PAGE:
Cayman Arts Festival 2010 comes to a close

Tuesday: ACME at the Brac

The ongoing Festival of the Arts
paid a visit to Cayman Brac’s Aston Rutty Centre on 10 February, featuring the
one-man comedy show of Ranier Hersch.

“The show deals with a series of
questions about orchestras, classical music and those troublesome blobs on a
musical manuscript. Both the adult and the kids’ version come from the same
concept,” said the musician/comedian.

“The premise is that nobody knows
anything about music, nor do they have to which is the point. It’s just us
messing around and having a laugh, really,” he remarked.

“There’s a screen onstage with
funny images, the piano’s there onstage and the instruments are played so it’s
demonstrative.

“I play a vacuum cleaner and stuff
like that,” he said.

The performer added that there are
significant reasons that artists are drawn to Cayman Arts Festival and other
events like it.

“I’ve heard of people’s enthusiasm
for the festival, which I’m really looking forward to. Festivals in smaller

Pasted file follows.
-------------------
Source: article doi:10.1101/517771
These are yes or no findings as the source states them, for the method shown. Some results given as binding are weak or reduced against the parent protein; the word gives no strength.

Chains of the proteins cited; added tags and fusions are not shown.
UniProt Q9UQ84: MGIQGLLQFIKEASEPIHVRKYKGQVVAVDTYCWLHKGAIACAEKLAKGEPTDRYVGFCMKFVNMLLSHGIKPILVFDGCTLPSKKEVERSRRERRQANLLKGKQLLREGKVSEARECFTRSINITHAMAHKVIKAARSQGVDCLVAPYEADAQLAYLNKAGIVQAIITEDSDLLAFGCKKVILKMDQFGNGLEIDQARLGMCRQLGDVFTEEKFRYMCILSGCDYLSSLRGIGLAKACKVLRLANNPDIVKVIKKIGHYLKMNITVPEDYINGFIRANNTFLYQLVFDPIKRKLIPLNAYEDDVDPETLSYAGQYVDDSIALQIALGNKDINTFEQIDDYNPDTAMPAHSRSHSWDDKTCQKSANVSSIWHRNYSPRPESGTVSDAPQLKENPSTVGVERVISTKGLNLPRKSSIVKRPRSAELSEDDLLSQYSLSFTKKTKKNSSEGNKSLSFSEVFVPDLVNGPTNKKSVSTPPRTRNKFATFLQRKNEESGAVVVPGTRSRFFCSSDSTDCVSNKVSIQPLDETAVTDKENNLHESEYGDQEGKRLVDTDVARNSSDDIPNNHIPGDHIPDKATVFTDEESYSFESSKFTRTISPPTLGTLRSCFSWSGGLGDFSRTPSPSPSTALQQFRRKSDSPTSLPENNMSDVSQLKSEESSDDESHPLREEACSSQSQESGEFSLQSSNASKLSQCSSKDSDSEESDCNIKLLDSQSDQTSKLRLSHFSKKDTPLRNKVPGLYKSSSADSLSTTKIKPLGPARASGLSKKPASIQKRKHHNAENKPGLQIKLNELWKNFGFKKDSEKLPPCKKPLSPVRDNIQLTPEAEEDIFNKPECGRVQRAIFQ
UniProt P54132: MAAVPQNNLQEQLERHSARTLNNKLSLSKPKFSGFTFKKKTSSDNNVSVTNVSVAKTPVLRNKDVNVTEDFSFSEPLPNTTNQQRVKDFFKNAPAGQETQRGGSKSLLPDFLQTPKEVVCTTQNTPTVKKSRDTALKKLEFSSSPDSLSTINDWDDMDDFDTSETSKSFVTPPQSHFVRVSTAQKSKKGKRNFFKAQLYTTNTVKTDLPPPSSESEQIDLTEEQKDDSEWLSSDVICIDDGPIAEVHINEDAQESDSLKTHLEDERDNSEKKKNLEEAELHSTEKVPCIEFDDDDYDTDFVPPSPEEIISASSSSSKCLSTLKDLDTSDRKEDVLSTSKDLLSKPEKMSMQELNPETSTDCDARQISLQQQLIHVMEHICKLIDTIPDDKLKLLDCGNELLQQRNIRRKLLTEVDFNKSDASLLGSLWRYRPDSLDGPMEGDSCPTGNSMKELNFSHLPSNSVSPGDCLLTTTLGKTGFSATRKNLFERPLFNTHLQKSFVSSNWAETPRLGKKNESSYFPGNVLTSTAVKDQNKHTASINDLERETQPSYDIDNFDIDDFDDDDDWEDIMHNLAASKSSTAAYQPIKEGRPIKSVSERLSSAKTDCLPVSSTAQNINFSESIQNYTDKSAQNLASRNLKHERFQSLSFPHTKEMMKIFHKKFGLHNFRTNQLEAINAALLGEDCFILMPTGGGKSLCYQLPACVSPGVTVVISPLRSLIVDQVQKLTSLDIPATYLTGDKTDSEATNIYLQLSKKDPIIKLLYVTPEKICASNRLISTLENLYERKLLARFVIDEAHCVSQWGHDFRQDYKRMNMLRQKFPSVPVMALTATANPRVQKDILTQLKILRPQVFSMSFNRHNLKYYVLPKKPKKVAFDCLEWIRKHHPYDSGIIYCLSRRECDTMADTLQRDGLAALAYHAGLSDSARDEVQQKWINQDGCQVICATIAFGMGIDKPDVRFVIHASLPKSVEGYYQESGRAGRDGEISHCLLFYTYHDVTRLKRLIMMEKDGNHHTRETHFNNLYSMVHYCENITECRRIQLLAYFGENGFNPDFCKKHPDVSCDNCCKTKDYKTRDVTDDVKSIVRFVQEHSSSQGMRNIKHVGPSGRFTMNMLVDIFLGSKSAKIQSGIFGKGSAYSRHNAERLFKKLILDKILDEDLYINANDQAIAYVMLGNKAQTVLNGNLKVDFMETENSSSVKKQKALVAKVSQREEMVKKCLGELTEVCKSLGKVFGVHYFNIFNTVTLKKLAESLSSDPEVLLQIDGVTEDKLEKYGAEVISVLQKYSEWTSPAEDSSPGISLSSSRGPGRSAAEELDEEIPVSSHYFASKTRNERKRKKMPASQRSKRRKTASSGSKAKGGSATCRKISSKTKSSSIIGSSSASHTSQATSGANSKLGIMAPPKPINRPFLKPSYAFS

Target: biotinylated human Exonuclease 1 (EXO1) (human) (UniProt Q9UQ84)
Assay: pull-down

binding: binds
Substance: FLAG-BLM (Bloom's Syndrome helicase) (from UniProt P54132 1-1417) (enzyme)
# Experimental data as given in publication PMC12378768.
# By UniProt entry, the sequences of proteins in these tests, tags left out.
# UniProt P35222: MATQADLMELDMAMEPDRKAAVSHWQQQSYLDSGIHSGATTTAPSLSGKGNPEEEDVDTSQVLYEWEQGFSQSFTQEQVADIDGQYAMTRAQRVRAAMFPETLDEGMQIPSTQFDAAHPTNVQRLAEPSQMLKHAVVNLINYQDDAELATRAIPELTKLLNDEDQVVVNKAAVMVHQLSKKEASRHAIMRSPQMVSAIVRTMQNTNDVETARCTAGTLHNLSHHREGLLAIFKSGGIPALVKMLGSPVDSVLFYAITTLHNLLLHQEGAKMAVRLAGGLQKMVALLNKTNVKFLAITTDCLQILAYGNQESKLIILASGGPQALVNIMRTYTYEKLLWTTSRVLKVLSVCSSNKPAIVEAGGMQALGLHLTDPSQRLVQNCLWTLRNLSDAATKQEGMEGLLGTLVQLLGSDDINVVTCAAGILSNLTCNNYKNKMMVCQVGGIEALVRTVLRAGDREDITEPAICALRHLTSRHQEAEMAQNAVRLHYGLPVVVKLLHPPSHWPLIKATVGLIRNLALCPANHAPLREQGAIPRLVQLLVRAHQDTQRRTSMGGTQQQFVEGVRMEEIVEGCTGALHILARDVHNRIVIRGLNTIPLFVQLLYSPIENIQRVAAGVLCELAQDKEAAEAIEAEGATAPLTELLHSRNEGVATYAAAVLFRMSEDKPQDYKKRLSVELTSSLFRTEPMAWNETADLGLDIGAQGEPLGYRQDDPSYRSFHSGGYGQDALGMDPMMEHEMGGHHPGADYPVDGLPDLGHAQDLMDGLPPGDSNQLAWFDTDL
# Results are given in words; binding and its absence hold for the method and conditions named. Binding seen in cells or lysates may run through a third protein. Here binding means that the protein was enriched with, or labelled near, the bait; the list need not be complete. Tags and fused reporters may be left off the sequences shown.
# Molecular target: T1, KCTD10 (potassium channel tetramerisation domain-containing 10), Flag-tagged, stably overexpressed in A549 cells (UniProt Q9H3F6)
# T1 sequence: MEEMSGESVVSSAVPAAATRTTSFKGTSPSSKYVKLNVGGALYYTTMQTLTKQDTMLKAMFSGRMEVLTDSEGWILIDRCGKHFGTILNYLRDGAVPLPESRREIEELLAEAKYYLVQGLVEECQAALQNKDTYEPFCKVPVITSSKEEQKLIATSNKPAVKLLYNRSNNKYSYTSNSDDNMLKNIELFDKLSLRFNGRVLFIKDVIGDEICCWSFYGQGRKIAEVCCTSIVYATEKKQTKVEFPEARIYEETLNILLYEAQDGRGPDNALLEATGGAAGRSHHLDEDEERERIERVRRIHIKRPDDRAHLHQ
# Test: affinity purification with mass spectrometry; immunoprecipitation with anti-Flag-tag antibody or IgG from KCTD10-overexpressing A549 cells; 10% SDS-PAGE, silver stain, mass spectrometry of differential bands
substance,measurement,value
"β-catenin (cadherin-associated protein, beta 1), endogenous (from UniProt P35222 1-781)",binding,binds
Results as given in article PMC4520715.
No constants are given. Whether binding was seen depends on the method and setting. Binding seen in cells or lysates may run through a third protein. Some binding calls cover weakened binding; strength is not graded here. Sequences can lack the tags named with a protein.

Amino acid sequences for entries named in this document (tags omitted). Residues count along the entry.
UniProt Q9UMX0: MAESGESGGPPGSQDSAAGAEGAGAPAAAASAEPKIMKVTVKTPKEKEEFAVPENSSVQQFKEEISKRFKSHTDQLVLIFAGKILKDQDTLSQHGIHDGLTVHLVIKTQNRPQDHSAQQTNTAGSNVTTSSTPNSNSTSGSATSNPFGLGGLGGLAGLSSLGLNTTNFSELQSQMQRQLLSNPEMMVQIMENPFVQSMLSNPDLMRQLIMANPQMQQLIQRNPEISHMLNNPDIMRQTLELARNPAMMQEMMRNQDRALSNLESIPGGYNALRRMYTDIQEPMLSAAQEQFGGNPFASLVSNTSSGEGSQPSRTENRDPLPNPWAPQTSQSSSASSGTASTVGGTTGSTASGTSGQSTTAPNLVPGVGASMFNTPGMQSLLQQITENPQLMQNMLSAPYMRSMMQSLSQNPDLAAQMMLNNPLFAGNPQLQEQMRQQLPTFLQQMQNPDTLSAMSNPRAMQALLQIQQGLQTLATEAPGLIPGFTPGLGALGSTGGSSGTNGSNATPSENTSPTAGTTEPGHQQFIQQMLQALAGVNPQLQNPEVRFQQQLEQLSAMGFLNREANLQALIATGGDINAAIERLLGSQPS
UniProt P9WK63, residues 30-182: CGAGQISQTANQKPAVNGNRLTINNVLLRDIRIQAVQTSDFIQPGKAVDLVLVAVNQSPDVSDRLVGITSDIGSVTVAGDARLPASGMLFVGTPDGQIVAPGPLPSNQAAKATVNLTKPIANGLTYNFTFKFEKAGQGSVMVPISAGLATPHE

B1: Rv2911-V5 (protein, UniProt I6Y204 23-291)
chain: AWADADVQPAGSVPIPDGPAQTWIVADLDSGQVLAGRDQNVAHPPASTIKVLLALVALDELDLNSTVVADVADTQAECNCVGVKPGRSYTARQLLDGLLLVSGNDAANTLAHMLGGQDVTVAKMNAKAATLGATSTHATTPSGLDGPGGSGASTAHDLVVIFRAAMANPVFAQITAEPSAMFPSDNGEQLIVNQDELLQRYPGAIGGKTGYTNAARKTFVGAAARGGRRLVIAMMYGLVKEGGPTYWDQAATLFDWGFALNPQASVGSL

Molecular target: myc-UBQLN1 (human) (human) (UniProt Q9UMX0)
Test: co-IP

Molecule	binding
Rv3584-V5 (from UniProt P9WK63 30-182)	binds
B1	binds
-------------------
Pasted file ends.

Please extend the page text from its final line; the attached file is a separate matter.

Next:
places can be really fun for the artist because the audiences really get into
it more. The artist feels a lot more welcome so I’m really looking forward to
that.

Michael and Susan Hundt of the
Brac, who helped with the event, say they were quite impressed with the show
and Mr. Hersch’s uncanny ability to improvise and use the most mundane of
objects in absolutely captivating ways.

“It was just awesome to have that
kind of world class entertainment on the Brac. We were extremely pleased with
the presentation, as well as the turnout,” said the couple.

According to the Caymanian Compass’
correspondent on the Brac Ed Beaty, this year’s show had an average turnout in
comparison with other Festival of the Arts to have visited Cayman Brac in the
past.

Mr. Beaty added that it was great
to see the festive spirit that the performance brought along and hailed Mr.
Hersch as a seasoned performer, who could rivet even the staunchest of festival
goers.

 

Friday: ACME at First Baptist

Rainer Hersch has been, in his